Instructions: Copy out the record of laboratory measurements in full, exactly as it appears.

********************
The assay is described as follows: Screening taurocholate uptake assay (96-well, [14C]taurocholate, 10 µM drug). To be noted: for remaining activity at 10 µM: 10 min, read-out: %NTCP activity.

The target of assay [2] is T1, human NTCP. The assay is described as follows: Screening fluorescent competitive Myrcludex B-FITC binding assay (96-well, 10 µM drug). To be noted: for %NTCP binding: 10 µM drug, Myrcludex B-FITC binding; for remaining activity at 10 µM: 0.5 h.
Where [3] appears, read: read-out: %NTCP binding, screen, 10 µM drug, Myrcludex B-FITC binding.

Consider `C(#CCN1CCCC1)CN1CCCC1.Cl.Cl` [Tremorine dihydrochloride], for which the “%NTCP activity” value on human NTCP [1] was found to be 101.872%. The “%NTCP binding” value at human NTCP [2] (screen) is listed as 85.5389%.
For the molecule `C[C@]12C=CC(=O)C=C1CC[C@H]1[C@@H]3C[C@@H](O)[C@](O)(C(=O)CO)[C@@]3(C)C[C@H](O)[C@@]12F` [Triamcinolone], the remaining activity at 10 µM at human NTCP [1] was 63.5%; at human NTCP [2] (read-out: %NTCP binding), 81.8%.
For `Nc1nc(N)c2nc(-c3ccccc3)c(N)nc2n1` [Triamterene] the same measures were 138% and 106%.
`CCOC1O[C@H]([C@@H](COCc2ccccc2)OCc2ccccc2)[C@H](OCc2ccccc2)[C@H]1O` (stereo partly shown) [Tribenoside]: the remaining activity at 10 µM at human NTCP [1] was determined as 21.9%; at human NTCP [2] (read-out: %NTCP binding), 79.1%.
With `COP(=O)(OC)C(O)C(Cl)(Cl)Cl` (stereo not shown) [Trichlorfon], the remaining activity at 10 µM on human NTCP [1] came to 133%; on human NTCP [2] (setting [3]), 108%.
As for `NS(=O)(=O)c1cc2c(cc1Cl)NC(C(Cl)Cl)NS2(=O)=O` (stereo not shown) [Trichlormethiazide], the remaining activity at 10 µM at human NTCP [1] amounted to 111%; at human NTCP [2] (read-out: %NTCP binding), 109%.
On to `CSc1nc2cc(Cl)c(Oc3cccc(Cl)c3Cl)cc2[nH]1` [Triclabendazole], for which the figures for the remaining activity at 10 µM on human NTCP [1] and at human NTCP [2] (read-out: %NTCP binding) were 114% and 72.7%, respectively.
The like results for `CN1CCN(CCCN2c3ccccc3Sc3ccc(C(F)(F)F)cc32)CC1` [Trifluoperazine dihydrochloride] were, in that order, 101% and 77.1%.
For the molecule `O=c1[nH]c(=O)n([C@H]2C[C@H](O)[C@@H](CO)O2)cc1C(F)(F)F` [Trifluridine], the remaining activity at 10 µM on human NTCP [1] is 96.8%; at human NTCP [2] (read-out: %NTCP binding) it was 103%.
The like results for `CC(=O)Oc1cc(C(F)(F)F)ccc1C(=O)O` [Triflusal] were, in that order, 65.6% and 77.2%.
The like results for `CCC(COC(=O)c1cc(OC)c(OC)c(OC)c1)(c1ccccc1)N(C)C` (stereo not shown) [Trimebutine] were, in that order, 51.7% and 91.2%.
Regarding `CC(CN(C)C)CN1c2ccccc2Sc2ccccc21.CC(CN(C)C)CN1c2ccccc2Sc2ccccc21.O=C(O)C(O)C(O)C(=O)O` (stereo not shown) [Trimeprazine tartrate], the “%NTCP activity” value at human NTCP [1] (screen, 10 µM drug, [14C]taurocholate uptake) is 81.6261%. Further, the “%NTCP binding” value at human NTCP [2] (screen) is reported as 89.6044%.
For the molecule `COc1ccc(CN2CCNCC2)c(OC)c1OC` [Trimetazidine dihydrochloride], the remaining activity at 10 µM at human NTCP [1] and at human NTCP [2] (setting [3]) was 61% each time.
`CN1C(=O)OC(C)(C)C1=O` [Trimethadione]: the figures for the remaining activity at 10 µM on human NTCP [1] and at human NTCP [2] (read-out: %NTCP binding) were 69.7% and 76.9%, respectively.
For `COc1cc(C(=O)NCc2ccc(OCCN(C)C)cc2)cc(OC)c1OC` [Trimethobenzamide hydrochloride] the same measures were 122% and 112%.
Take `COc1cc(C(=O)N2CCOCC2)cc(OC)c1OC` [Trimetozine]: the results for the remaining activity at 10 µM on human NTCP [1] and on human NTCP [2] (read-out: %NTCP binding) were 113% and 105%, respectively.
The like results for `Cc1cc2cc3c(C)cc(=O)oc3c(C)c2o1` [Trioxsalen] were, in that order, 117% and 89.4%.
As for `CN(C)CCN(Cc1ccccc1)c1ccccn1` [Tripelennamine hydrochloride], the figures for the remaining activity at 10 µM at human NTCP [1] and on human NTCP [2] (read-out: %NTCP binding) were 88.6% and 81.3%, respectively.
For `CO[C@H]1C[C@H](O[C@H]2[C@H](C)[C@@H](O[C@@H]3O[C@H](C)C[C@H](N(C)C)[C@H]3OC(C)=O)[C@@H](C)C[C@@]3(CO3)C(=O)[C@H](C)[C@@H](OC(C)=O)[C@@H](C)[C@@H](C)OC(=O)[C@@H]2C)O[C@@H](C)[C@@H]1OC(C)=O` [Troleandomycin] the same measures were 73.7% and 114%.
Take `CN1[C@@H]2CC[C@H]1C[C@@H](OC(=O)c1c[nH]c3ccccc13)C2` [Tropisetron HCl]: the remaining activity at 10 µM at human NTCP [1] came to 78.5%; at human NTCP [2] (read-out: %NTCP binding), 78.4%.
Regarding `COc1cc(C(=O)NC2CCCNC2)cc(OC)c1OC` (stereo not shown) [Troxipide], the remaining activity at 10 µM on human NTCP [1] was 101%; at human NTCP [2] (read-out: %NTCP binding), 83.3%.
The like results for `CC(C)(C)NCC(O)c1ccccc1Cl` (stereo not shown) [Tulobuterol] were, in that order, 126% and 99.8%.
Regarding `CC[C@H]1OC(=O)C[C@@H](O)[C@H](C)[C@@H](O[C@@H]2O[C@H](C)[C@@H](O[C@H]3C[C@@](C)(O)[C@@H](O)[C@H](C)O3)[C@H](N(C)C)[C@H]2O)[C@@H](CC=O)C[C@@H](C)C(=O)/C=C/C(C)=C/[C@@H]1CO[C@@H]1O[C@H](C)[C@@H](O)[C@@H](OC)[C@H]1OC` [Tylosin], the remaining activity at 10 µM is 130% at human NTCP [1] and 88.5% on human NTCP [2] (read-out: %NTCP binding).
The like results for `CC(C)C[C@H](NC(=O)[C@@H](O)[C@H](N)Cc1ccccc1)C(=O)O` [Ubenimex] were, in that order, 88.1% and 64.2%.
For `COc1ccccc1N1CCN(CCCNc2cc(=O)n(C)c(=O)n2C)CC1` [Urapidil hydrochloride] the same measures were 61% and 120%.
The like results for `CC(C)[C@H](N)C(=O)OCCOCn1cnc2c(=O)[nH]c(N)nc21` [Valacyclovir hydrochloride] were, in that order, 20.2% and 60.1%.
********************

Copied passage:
The assay is described as follows: Screening taurocholate uptake assay (96-well, [14C]taurocholate, 10 µM drug). To be noted: for remaining activity at 10 µM: 10 min, read-out: %NTCP activity.

The target of assay [2] is T1, human NTCP. The assay is described as follows: Screening fluorescent competitive Myrcludex B-FITC binding assay (96-well, 10 µM drug). To be noted: for %NTCP binding: 10 µM drug, Myrcludex B-FITC binding; for remaining activity at 10 µM: 0.5 h.
Where [3] appears, read: read-out: %NTCP binding, screen, 10 µM drug, Myrcludex B-FITC binding.

Consider `C(#CCN1CCCC1)CN1CCCC1.Cl.Cl` [Tremorine dihydrochloride], for which the “%NTCP activity” value on human NTCP [1] was found to be 101.872%. The “%NTCP binding” value at human NTCP [2] (screen) is listed as 85.5389%.
For the molecule `C[C@]12C=CC(=O)C=C1CC[C@H]1[C@@H]3C[C@@H](O)[C@](O)(C(=O)CO)[C@@]3(C)C[C@H](O)[C@@]12F` [Triamcinolone], the remaining activity at 10 µM at human NTCP [1] was 63.5%; at human NTCP [2] (read-out: %NTCP binding), 81.8%.
For `Nc1nc(N)c2nc(-c3ccccc3)c(N)nc2n1` [Triamterene] the same measures were 138% and 106%.
`CCOC1O[C@H]([C@@H](COCc2ccccc2)OCc2ccccc2)[C@H](OCc2ccccc2)[C@H]1O` (stereo partly shown) [Tribenoside]: the remaining activity at 10 µM at human NTCP [1] was determined as 21.9%; at human NTCP [2] (read-out: %NTCP binding), 79.1%.
With `COP(=O)(OC)C(O)C(Cl)(Cl)Cl` (stereo not shown) [Trichlorfon], the remaining activity at 10 µM on human NTCP [1] came to 133%; on human NTCP [2] (setting [3]), 108%.
As for `NS(=O)(=O)c1cc2c(cc1Cl)NC(C(Cl)Cl)NS2(=O)=O` (stereo not shown) [Trichlormethiazide], the remaining activity at 10 µM at human NTCP [1] amounted to 111%; at human NTCP [2] (read-out: %NTCP binding), 109%.
On to `CSc1nc2cc(Cl)c(Oc3cccc(Cl)c3Cl)cc2[nH]1` [Triclabendazole], for which the figures for the remaining activity at 10 µM on human NTCP [1] and at human NTCP [2] (read-out: %NTCP binding) were 114% and 72.7%, respectively.
The like results for `CN1CCN(CCCN2c3ccccc3Sc3ccc(C(F)(F)F)cc32)CC1` [Trifluoperazine dihydrochloride] were, in that order, 101% and 77.1%.
For the molecule `O=c1[nH]c(=O)n([C@H]2C[C@H](O)[C@@H](CO)O2)cc1C(F)(F)F` [Trifluridine], the remaining activity at 10 µM on human NTCP [1] is 96.8%; at human NTCP [2] (read-out: %NTCP binding) it was 103%.
The like results for `CC(=O)Oc1cc(C(F)(F)F)ccc1C(=O)O` [Triflusal] were, in that order, 65.6% and 77.2%.
The like results for `CCC(COC(=O)c1cc(OC)c(OC)c(OC)c1)(c1ccccc1)N(C)C` (stereo not shown) [Trimebutine] were, in that order, 51.7% and 91.2%.
Regarding `CC(CN(C)C)CN1c2ccccc2Sc2ccccc21.CC(CN(C)C)CN1c2ccccc2Sc2ccccc21.O=C(O)C(O)C(O)C(=O)O` (stereo not shown) [Trimeprazine tartrate], the “%NTCP activity” value at human NTCP [1] (screen, 10 µM drug, [14C]taurocholate uptake) is 81.6261%. Further, the “%NTCP binding” value at human NTCP [2] (screen) is reported as 89.6044%.
For the molecule `COc1ccc(CN2CCNCC2)c(OC)c1OC` [Trimetazidine dihydrochloride], the remaining activity at 10 µM at human NTCP [1] and at human NTCP [2] (setting [3]) was 61% each time.
`CN1C(=O)OC(C)(C)C1=O` [Trimethadione]: the figures for the remaining activity at 10 µM on human NTCP [1] and at human NTCP [2] (read-out: %NTCP binding) were 69.7% and 76.9%, respectively.
For `COc1cc(C(=O)NCc2ccc(OCCN(C)C)cc2)cc(OC)c1OC` [Trimethobenzamide hydrochloride] the same measures were 122% and 112%.
Take `COc1cc(C(=O)N2CCOCC2)cc(OC)c1OC` [Trimetozine]: the results for the remaining activity at 10 µM on human NTCP [1] and on human NTCP [2] (read-out: %NTCP binding) were 113% and 105%, respectively.
The like results for `Cc1cc2cc3c(C)cc(=O)oc3c(C)c2o1` [Trioxsalen] were, in that order, 117% and 89.4%.
As for `CN(C)CCN(Cc1ccccc1)c1ccccn1` [Tripelennamine hydrochloride], the figures for the remaining activity at 10 µM at human NTCP [1] and on human NTCP [2] (read-out: %NTCP binding) were 88.6% and 81.3%, respectively.
For `CO[C@H]1C[C@H](O[C@H]2[C@H](C)[C@@H](O[C@@H]3O[C@H](C)C[C@H](N(C)C)[C@H]3OC(C)=O)[C@@H](C)C[C@@]3(CO3)C(=O)[C@H](C)[C@@H](OC(C)=O)[C@@H](C)[C@@H](C)OC(=O)[C@@H]2C)O[C@@H](C)[C@@H]1OC(C)=O` [Troleandomycin] the same measures were 73.7% and 114%.
Take `CN1[C@@H]2CC[C@H]1C[C@@H](OC(=O)c1c[nH]c3ccccc13)C2` [Tropisetron HCl]: the remaining activity at 10 µM at human NTCP [1] came to 78.5%; at human NTCP [2] (read-out: %NTCP binding), 78.4%.
Regarding `COc1cc(C(=O)NC2CCCNC2)cc(OC)c1OC` (stereo not shown) [Troxipide], the remaining activity at 10 µM on human NTCP [1] was 101%; at human NTCP [2] (read-out: %NTCP binding), 83.3%.
The like results for `CC(C)(C)NCC(O)c1ccccc1Cl` (stereo not shown) [Tulobuterol] were, in that order, 126% and 99.8%.
Regarding `CC[C@H]1OC(=O)C[C@@H](O)[C@H](C)[C@@H](O[C@@H]2O[C@H](C)[C@@H](O[C@H]3C[C@@](C)(O)[C@@H](O)[C@H](C)O3)[C@H](N(C)C)[C@H]2O)[C@@H](CC=O)C[C@@H](C)C(=O)/C=C/C(C)=C/[C@@H]1CO[C@@H]1O[C@H](C)[C@@H](O)[C@@H](OC)[C@H]1OC` [Tylosin], the remaining activity at 10 µM is 130% at human NTCP [1] and 88.5% on human NTCP [2] (read-out: %NTCP binding).
The like results for `CC(C)C[C@H](NC(=O)[C@@H](O)[C@H](N)Cc1ccccc1)C(=O)O` [Ubenimex] were, in that order, 88.1% and 64.2%.
For `COc1ccccc1N1CCN(CCCNc2cc(=O)n(C)c(=O)n2C)CC1` [Urapidil hydrochloride] the same measures were 61% and 120%.
The like results for `CC(C)[C@H](N)C(=O)OCCOCn1cnc2c(=O)[nH]c(N)nc21` [Valacyclovir hydrochloride] were, in that order, 20.2% and 60.1%.